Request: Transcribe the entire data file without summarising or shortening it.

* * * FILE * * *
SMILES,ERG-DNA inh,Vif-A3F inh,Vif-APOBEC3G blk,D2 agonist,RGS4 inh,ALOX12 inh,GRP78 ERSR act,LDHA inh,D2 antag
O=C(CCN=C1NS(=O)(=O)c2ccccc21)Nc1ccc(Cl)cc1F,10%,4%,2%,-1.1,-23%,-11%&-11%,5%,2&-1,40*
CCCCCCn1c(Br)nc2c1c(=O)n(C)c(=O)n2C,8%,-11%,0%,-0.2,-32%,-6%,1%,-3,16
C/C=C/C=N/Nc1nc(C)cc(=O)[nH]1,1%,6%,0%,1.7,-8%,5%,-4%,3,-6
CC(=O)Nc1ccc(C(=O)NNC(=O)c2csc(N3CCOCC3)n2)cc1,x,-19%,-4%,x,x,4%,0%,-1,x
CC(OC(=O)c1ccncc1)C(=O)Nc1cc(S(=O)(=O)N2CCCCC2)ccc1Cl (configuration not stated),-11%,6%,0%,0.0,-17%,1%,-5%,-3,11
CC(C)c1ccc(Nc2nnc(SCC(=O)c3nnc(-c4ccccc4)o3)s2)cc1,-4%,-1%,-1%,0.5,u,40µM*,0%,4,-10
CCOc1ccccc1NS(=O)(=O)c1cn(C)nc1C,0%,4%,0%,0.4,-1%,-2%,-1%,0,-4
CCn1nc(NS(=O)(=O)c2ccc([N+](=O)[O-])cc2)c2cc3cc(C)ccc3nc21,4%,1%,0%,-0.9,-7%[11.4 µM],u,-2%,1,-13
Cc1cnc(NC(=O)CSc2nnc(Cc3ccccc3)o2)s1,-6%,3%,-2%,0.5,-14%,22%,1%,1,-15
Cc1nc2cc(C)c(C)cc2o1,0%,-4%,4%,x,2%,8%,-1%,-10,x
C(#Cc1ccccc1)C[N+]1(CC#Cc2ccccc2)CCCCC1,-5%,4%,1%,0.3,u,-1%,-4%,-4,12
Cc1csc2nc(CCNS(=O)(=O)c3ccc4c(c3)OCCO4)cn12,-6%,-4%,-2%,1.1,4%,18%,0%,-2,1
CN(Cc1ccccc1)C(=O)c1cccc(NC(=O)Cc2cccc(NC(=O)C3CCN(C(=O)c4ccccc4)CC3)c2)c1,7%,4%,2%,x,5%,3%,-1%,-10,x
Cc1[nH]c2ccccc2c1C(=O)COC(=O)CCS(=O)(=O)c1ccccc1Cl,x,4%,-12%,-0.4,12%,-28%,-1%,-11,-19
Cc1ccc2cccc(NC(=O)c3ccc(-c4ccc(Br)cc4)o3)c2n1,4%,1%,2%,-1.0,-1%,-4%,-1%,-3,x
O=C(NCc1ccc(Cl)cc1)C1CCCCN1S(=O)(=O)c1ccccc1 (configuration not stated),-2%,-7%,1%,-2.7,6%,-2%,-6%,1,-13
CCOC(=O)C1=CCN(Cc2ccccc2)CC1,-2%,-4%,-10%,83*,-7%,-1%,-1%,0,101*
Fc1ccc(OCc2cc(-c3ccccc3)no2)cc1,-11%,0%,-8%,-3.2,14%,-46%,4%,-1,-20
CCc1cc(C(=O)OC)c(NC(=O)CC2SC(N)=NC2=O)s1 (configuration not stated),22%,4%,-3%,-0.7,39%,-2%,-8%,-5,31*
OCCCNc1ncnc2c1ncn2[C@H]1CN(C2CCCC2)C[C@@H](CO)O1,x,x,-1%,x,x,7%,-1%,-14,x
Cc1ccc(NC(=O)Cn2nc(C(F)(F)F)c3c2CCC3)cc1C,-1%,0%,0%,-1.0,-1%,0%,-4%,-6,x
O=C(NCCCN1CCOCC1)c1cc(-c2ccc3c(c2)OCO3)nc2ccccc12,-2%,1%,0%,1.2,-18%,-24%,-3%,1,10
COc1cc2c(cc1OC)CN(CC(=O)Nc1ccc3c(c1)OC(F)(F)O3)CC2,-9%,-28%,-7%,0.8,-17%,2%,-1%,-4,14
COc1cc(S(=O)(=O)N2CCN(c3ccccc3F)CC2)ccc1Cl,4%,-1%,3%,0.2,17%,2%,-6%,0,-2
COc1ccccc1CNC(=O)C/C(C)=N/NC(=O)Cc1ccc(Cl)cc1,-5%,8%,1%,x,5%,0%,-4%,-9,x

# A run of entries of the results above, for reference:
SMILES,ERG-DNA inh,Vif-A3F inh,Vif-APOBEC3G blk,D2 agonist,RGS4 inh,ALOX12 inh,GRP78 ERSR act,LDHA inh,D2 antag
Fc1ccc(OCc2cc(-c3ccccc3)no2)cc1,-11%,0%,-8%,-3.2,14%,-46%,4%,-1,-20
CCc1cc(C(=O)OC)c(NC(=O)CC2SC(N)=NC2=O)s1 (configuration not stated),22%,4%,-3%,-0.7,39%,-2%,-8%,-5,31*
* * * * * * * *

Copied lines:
SMILES,ERG-DNA inh,Vif-A3F inh,Vif-APOBEC3G blk,D2 agonist,RGS4 inh,ALOX12 inh,GRP78 ERSR act,LDHA inh,D2 antag
O=C(CCN=C1NS(=O)(=O)c2ccccc21)Nc1ccc(Cl)cc1F,10%,4%,2%,-1.1,-23%,-11%&-11%,5%,2&-1,40*
CCCCCCn1c(Br)nc2c1c(=O)n(C)c(=O)n2C,8%,-11%,0%,-0.2,-32%,-6%,1%,-3,16
C/C=C/C=N/Nc1nc(C)cc(=O)[nH]1,1%,6%,0%,1.7,-8%,5%,-4%,3,-6
CC(=O)Nc1ccc(C(=O)NNC(=O)c2csc(N3CCOCC3)n2)cc1,x,-19%,-4%,x,x,4%,0%,-1,x
CC(OC(=O)c1ccncc1)C(=O)Nc1cc(S(=O)(=O)N2CCCCC2)ccc1Cl (configuration not stated),-11%,6%,0%,0.0,-17%,1%,-5%,-3,11
CC(C)c1ccc(Nc2nnc(SCC(=O)c3nnc(-c4ccccc4)o3)s2)cc1,-4%,-1%,-1%,0.5,u,40µM*,0%,4,-10
CCOc1ccccc1NS(=O)(=O)c1cn(C)nc1C,0%,4%,0%,0.4,-1%,-2%,-1%,0,-4
CCn1nc(NS(=O)(=O)c2ccc([N+](=O)[O-])cc2)c2cc3cc(C)ccc3nc21,4%,1%,0%,-0.9,-7%[11.4 µM],u,-2%,1,-13
Cc1cnc(NC(=O)CSc2nnc(Cc3ccccc3)o2)s1,-6%,3%,-2%,0.5,-14%,22%,1%,1,-15
Cc1nc2cc(C)c(C)cc2o1,0%,-4%,4%,x,2%,8%,-1%,-10,x
C(#Cc1ccccc1)C[N+]1(CC#Cc2ccccc2)CCCCC1,-5%,4%,1%,0.3,u,-1%,-4%,-4,12
Cc1csc2nc(CCNS(=O)(=O)c3ccc4c(c3)OCCO4)cn12,-6%,-4%,-2%,1.1,4%,18%,0%,-2,1
CN(Cc1ccccc1)C(=O)c1cccc(NC(=O)Cc2cccc(NC(=O)C3CCN(C(=O)c4ccccc4)CC3)c2)c1,7%,4%,2%,x,5%,3%,-1%,-10,x
Cc1[nH]c2ccccc2c1C(=O)COC(=O)CCS(=O)(=O)c1ccccc1Cl,x,4%,-12%,-0.4,12%,-28%,-1%,-11,-19
Cc1ccc2cccc(NC(=O)c3ccc(-c4ccc(Br)cc4)o3)c2n1,4%,1%,2%,-1.0,-1%,-4%,-1%,-3,x
O=C(NCc1ccc(Cl)cc1)C1CCCCN1S(=O)(=O)c1ccccc1 (configuration not stated),-2%,-7%,1%,-2.7,6%,-2%,-6%,1,-13
CCOC(=O)C1=CCN(Cc2ccccc2)CC1,-2%,-4%,-10%,83*,-7%,-1%,-1%,0,101*
Fc1ccc(OCc2cc(-c3ccccc3)no2)cc1,-11%,0%,-8%,-3.2,14%,-46%,4%,-1,-20
CCc1cc(C(=O)OC)c(NC(=O)CC2SC(N)=NC2=O)s1 (configuration not stated),22%,4%,-3%,-0.7,39%,-2%,-8%,-5,31*
OCCCNc1ncnc2c1ncn2[C@H]1CN(C2CCCC2)C[C@@H](CO)O1,x,x,-1%,x,x,7%,-1%,-14,x
Cc1ccc(NC(=O)Cn2nc(C(F)(F)F)c3c2CCC3)cc1C,-1%,0%,0%,-1.0,-1%,0%,-4%,-6,x
O=C(NCCCN1CCOCC1)c1cc(-c2ccc3c(c2)OCO3)nc2ccccc12,-2%,1%,0%,1.2,-18%,-24%,-3%,1,10
COc1cc2c(cc1OC)CN(CC(=O)Nc1ccc3c(c1)OC(F)(F)O3)CC2,-9%,-28%,-7%,0.8,-17%,2%,-1%,-4,14
COc1cc(S(=O)(=O)N2CCN(c3ccccc3F)CC2)ccc1Cl,4%,-1%,3%,0.2,17%,2%,-6%,0,-2
COc1ccccc1CNC(=O)C/C(C)=N/NC(=O)Cc1ccc(Cl)cc1,-5%,8%,1%,x,5%,0%,-4%,-9,x

# A run of entries of the results above, for reference:
SMILES,ERG-DNA inh,Vif-A3F inh,Vif-APOBEC3G blk,D2 agonist,RGS4 inh,ALOX12 inh,GRP78 ERSR act,LDHA inh,D2 antag
Fc1ccc(OCc2cc(-c3ccccc3)no2)cc1,-11%,0%,-8%,-3.2,14%,-46%,4%,-1,-20
CCc1cc(C(=O)OC)c(NC(=O)CC2SC(N)=NC2=O)s1 (configuration not stated),22%,4%,-3%,-0.7,39%,-2%,-8%,-5,31*